Friday, May 27, 2016

Just Stop Hitting Yourself

The Navy has long used sequestration as a crutch and blame for the abysmal condition of the fleet.  Sequestration took effect as part of the Budget Control Act of 2011.  News Flash!!!!  The Navy’s maintenance problems were already well entrenched by then.  Sequestration assuredly did not help the situation but the Navy was already committed to irresponsibly reduced and deferred maintenance before then.  Sequestration is just the convenient scapegoat for a Navy that has no idea how to manage its budget or its assets.

Here’s the latest round of insanity as reported by Navy Times.

“US Navy leaders have made no secret the fleet’s maintenance accounts are underfunded. “

The Navy has an $848 million shortfall in its current operations and maintenance accounts …”

If only there were some way to shift money from highly questionable acquisition programs and into maintenance funds.  If only there were some way to ask Congress to fund one less pointless Zumwalt or a bunch less worthless LCS’s and, instead, put the money towards maintenance.  Alas, there appears to be no way for such things to happen – at least, no way the Navy can think of.  I, on the other hand, would simply pick up a phone, call the relevant Congressman, and make the request.  But, hey, I’m not a professional like CNO Richardson so what do I know?

The Navy claims an $848M maintenance shortfall and yet is unwilling to sacrifice one or two LCS which would more than cover the entire shortfall.

Ouch … It hurts.  Every time I hit myself with a hammer, it hurts.  Make it stop.

So, what’s the Navy’s solution for dealing with sequestration?

  • “Deferring overhauls on four surface ships and one submarine from the fourth quarter of fiscal 2016 into fiscal 2017’s first quarter;

  •  “descoping” or deferring continuous maintenance for the assault ships Makin Island and America amphibious ready groups and the Carl Vinson aircraft carrier strike group;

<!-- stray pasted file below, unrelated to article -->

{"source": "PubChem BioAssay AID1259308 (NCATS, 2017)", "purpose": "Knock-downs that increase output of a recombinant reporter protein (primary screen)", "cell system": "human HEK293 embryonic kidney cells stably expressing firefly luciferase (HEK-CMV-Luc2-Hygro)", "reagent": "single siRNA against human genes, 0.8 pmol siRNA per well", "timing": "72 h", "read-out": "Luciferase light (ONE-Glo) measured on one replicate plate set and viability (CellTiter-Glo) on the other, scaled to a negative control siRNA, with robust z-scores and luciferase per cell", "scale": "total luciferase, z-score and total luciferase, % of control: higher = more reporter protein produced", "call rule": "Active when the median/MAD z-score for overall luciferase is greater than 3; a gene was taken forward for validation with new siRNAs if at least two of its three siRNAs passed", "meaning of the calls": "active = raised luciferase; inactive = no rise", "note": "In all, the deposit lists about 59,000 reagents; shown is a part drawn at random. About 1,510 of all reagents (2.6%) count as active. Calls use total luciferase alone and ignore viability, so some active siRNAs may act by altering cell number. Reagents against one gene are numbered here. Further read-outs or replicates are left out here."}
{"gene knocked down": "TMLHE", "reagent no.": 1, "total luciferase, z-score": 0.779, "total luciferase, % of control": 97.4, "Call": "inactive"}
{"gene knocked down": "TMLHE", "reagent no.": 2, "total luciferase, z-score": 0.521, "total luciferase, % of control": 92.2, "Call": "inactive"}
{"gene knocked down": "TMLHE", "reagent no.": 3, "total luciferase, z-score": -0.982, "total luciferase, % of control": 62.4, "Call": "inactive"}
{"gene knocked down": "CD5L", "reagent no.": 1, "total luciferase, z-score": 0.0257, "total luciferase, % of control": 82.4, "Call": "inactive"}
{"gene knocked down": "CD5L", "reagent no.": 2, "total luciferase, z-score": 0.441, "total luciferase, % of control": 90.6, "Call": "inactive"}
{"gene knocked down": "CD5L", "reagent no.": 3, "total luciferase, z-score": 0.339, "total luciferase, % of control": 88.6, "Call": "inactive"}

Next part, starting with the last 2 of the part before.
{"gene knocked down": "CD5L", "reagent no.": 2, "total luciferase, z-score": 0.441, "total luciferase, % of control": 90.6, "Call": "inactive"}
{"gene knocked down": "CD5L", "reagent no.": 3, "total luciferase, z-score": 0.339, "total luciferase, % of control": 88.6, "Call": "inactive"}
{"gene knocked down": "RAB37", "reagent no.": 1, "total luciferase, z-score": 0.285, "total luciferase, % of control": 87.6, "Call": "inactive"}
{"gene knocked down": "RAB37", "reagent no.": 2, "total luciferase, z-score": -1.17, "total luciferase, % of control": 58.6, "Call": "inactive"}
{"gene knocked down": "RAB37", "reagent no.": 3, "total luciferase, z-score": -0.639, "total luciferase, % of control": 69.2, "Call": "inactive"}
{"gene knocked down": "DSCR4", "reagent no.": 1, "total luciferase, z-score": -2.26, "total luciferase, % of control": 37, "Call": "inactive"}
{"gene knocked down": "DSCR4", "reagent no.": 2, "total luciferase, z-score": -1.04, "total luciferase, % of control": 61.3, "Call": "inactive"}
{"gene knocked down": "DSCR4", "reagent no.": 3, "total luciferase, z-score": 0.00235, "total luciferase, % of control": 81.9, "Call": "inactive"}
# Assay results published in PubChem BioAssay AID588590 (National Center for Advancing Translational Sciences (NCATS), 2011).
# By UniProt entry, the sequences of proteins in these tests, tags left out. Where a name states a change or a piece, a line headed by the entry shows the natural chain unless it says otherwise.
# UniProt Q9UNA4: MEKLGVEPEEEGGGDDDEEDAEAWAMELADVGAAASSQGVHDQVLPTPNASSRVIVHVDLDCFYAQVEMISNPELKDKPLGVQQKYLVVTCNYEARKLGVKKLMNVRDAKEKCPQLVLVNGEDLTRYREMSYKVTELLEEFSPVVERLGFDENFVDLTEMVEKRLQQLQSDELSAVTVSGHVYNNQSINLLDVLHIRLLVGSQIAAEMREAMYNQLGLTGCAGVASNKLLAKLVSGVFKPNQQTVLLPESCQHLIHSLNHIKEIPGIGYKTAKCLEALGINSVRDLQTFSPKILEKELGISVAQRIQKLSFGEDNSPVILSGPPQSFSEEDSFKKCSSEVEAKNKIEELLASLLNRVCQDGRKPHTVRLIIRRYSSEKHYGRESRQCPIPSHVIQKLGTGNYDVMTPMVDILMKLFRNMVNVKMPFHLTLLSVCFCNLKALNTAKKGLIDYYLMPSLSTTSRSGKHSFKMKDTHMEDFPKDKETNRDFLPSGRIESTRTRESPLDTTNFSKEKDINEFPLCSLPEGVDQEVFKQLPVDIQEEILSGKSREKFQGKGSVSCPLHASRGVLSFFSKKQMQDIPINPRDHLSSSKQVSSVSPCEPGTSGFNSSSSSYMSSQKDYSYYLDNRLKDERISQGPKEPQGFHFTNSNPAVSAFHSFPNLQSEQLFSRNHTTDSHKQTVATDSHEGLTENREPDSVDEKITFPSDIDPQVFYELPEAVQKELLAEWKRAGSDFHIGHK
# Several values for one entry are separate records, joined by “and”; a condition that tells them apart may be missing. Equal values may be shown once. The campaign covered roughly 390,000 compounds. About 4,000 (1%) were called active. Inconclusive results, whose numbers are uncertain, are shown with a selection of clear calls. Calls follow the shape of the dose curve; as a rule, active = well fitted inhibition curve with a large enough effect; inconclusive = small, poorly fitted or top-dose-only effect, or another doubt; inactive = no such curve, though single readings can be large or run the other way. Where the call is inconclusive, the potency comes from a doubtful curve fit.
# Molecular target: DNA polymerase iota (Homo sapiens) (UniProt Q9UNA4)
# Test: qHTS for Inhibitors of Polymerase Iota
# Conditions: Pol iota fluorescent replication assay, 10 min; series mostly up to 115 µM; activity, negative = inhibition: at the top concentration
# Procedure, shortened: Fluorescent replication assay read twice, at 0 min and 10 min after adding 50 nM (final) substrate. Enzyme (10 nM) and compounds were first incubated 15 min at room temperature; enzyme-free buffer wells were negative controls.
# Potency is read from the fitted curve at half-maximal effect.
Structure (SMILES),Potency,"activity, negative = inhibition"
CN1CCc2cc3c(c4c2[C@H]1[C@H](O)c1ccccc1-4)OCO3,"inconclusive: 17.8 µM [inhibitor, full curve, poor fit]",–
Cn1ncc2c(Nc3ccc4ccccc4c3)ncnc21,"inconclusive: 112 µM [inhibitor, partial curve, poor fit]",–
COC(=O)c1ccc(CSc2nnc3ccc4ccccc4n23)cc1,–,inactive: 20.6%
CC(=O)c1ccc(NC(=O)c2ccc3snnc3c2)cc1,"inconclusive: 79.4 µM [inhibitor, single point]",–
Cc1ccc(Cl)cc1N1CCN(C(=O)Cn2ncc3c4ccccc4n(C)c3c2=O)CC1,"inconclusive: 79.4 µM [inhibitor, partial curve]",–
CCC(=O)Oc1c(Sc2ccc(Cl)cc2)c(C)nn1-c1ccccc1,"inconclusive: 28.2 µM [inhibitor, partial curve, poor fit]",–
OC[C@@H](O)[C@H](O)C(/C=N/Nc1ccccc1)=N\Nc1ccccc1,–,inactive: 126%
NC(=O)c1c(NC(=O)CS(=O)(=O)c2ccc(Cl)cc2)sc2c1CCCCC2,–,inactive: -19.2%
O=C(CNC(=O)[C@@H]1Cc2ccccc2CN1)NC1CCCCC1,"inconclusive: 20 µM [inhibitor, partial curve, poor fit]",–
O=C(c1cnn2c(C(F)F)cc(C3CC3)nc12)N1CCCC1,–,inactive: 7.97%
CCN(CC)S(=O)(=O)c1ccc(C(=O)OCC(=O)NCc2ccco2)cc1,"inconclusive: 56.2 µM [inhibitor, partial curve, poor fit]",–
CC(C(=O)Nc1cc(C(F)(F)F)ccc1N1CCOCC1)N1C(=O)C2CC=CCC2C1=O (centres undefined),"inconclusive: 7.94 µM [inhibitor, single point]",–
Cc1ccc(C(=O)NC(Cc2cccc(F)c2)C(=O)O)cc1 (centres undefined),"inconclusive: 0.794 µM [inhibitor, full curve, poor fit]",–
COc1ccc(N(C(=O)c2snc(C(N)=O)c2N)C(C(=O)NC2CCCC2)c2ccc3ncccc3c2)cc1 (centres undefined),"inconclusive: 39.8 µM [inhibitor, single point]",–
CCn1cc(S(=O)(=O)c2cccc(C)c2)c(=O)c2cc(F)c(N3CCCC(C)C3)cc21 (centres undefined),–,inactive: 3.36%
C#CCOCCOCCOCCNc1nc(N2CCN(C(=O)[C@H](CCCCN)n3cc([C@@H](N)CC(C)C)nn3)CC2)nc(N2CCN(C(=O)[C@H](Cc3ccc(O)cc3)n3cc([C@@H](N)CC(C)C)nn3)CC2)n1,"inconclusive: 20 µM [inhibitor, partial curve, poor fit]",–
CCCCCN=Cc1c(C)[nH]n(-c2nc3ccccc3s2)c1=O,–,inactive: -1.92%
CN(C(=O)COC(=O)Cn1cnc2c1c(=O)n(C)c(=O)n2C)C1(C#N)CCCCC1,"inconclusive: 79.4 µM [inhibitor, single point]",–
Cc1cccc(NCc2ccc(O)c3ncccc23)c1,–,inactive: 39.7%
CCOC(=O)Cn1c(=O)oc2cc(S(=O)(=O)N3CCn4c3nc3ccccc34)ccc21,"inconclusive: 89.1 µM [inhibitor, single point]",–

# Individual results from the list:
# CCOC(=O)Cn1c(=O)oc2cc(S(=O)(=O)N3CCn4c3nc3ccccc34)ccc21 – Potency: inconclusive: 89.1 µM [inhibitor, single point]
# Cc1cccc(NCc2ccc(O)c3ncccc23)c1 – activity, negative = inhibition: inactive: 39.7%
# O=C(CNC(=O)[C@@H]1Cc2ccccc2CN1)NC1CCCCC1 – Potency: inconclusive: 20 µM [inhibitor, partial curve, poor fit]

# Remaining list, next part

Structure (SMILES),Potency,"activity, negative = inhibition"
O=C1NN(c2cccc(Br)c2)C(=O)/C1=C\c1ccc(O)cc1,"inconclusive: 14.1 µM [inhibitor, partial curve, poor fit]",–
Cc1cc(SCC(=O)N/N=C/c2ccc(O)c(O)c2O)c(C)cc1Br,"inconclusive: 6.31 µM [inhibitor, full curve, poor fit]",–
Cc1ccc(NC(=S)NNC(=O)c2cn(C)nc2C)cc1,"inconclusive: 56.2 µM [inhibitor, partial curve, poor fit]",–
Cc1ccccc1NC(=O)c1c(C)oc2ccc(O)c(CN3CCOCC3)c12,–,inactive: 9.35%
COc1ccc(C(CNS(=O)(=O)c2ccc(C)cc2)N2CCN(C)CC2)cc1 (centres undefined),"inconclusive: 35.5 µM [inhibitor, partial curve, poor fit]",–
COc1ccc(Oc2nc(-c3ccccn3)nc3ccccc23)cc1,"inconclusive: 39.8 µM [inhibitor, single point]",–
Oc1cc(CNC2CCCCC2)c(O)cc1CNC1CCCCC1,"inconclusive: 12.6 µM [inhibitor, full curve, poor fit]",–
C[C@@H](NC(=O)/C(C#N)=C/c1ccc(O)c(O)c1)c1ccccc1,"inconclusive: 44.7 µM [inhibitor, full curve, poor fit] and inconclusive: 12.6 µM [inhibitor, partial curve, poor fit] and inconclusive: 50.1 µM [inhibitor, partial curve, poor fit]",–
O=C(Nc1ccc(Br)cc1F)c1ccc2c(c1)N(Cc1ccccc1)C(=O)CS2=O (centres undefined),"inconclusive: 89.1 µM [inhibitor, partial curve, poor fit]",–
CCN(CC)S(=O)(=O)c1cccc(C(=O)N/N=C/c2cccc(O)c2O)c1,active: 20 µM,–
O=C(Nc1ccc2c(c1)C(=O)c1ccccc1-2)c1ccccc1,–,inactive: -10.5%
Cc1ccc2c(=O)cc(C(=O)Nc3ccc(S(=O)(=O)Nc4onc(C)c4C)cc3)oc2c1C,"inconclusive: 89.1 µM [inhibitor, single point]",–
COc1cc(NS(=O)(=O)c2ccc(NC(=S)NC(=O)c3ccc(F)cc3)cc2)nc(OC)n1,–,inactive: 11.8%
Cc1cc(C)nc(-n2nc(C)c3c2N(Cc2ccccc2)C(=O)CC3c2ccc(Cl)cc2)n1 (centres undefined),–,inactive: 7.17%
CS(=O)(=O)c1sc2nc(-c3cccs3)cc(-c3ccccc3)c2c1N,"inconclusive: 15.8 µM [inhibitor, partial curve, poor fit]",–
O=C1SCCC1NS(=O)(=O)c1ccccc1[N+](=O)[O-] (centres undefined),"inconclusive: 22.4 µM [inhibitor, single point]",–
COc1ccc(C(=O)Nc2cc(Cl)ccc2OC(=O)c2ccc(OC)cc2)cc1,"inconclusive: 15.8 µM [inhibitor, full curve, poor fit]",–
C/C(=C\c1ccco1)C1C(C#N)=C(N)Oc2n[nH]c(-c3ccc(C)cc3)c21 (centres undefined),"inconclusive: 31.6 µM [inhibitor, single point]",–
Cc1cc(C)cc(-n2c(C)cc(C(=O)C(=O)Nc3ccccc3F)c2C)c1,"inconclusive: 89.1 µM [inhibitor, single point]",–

• Restricting Carrier Air Wing 1 (CVW-1) flying hours, including imposing a four-month no-fly period, and limiting other flying hour program costs; and

  • deferring “various other contracts.”

More deferred maintenance on top of the previous deferred maintenance just makes the situation worse, not better.

“The Navy itself, Forbes [Rep. Randy Forbes] said, notes that the service is at its “lowest readiness point in many years.”

Readiness is at an all time low so the Navy’s solution is to defer more maintenance and further degrade readiness??? 

Ouch … It hurts.  Every time I hit myself with a hammer, it hurts.  Make it stop.

“Non-deploying aircraft were regularly being robbed of parts to keep deployed planes flying, he [Capt. Randy Stearns, commodore of Strike Fighter Wing Atlantic]  said, with the result that the fleet had little surge capacity should more aircraft be needed in action.”

We have no surge capacity so the Navy’s solution is to defer more maintenance and ground entire air wings???

Ouch … It hurts.  Every time I hit myself with a hammer, it hurts.  Make it stop.

The Navy doesn’t even know where the maintenance problem began – or, at least, they refuse to acknowledge it.

“Asked where the problems began, Stearns [Capt. Randy Stearns, commodore of Strike Fighter Wing Atlantic] replied, “sequestration – we’ve never caught up.””

No sir, that’s not where the problem began.  The problem was well established before sequestration.  Get your facts straight and lay the blame where it belongs:  squarely on the Navy.

As USNI News website reports,

“The Navy has been warning Congress for years that extended deployments since 2001 have led to more severe maintenance problems … “ (2)

There, Capt. Stearns, is where the problem began – not with sequestration but with the Navy’s own ill-advised decisions about deployments and maintenance since the beginning of this century.  How can you fix a problem if you don’t even understand how it started?  Want more proof?  Here’s a statement from Adm. Phil Davidson, U.S. Fleet Forces Command, during a Congressional readiness hearing.

“I will not embark on a path that partially accomplishes all availabilities across the entire fleet. That is a dangerous practice that rapidly builds maintenance and capability backlogs that are difficult to recover. Indeed, we are digging out from that sort of policy more than a decade ago.” (2)

So, Adm. Davidson acknowledges that the problem is at least a decade old, far older than sequestration.

The article also cites maintenance impacts on personnel.  The Captain of a submarine caught in an extended drydocking and unable to put to sea has opted to retire.  The XO and Engineer of the sub, being unable to get to sea and demonstrate their fitness for promotion, have had their careers ruined.